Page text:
The title race may be decided by how well both teams are able to adjust on the mound. Hall’s return looms large for Mercer, while Wofford will need some of its returners to step into bigger roles if it is to reach its ceiling.
How will Samford fare under first-year coach Tony David?
Samford last season won the SoCon Tournament for the second time in three seasons and can’t be counted out of the title race in 2022. But following last season, Casey Dunn left Samford after 17 years as coach to take over at Alabama-Birmingham. The Bulldogs also saw heavy player turnover, as ace Samuel Strickland was drafted and several players like catcher Tyler McManus, their leading hitter, and slugger Sonny DiChiara, their leading home run hitter, transferred.
To replace Dunn, Samford promoted Tony David to head coach. David spent the last 16 years as associate head coach and was on staff throughout Dunn’s tenure. David also kept on pitching coach Tyler Shrout, who was promoted to associate head coach, and volunteer assistant Brad Moss, who was promoted to a full-time role, giving the Bulldogs continuity in the dugout.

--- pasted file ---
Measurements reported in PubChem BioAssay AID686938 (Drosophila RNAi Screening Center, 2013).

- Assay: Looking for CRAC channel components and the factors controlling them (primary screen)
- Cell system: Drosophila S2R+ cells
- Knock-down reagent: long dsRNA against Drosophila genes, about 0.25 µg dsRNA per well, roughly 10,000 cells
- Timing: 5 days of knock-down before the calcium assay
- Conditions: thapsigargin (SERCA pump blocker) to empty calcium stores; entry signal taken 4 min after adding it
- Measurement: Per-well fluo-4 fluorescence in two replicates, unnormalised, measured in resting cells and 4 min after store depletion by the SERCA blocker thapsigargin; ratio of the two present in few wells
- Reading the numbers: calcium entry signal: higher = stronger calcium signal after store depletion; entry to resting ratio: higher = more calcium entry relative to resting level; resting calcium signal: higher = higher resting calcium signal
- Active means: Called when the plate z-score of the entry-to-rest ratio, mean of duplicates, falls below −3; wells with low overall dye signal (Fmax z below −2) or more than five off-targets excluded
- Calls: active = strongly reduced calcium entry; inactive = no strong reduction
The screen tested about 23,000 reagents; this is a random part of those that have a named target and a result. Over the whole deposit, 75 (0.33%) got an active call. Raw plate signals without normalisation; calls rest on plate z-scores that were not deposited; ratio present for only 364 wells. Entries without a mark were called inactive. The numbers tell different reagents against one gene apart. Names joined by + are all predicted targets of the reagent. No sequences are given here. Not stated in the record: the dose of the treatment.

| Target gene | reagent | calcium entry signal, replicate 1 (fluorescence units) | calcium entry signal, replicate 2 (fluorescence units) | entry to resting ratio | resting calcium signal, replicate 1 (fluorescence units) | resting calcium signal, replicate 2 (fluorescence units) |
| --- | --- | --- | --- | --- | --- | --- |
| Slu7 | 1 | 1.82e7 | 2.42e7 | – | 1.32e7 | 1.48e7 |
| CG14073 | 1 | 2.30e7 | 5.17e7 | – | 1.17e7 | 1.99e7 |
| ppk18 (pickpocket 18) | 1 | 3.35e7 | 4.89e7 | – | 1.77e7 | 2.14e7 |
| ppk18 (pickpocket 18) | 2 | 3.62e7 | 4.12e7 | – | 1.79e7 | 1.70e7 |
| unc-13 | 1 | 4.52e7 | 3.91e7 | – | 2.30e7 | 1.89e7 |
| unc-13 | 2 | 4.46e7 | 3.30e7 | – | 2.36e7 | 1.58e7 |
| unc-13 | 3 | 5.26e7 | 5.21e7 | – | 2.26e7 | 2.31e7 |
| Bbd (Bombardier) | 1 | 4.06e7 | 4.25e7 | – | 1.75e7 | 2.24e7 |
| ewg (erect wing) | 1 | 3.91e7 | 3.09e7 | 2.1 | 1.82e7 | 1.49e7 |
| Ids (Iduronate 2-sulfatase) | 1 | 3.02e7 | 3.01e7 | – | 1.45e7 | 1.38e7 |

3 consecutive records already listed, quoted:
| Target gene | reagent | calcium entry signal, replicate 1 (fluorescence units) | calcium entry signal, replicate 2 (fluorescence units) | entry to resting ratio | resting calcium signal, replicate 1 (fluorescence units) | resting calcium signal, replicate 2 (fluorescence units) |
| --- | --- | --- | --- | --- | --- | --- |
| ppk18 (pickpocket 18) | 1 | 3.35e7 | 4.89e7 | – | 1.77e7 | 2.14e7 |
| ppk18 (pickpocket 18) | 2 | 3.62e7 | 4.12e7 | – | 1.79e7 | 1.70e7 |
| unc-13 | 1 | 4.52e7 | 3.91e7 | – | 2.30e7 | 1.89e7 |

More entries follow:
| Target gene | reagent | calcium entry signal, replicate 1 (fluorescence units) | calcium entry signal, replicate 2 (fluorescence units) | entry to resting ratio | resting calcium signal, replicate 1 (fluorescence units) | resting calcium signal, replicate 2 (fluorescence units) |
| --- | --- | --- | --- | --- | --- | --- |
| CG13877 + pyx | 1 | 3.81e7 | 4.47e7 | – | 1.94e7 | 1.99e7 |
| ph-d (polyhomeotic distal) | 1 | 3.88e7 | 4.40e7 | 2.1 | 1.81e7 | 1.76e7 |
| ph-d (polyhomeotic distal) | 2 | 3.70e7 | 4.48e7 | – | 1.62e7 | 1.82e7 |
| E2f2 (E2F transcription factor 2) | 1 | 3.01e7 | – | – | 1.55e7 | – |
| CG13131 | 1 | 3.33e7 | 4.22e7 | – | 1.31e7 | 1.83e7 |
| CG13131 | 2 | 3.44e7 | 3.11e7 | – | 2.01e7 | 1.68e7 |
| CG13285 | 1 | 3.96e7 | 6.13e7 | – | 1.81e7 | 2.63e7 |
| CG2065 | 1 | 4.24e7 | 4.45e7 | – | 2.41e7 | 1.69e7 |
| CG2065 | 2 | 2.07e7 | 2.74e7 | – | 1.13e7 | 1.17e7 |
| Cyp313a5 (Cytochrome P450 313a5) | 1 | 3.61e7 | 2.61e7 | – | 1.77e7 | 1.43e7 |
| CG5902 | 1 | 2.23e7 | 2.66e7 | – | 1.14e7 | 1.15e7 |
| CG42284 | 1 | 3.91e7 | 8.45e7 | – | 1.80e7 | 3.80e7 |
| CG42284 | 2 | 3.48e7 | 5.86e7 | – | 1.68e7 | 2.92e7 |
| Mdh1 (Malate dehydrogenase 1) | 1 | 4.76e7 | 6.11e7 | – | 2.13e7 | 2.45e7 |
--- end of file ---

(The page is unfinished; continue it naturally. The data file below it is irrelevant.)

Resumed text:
While Samford lost several players in the transfer portal, it also hit the portal hard itself. The Bulldogs brought in five four-year transfers, all of whom come from ACC or SEC programs. Outfielder Maurice Hampton (Louisiana State) is the highest profile of the group and drew first round interest coming out of high school in 2019 but opted to play both baseball and football at LSU. He is now focused on baseball and has plenty of upside.
Samford will need its newcomers to step up if it is to again compete at the top of the SoCon, but it also brings back a talented group. Third baseman Will David (.304/.400/.377) and outfielder Towns King (.285/.362/.465, 6 HR, 7 SB) both return with plenty of experience. On the mound, righthanders Jacob Cravey (1-2, 3.66) and Jalon Long (2-2, 6.23) return with a lot of innings under their belts. But after losing Strickland and closer Chase Isbell, the Bulldogs will need new answers in key roles on the mound.
If Samford’s newcomers provide instant impact, the Bulldogs won’t need to take a step back. But the Bulldogs have less experience returning than Mercer and Wofford.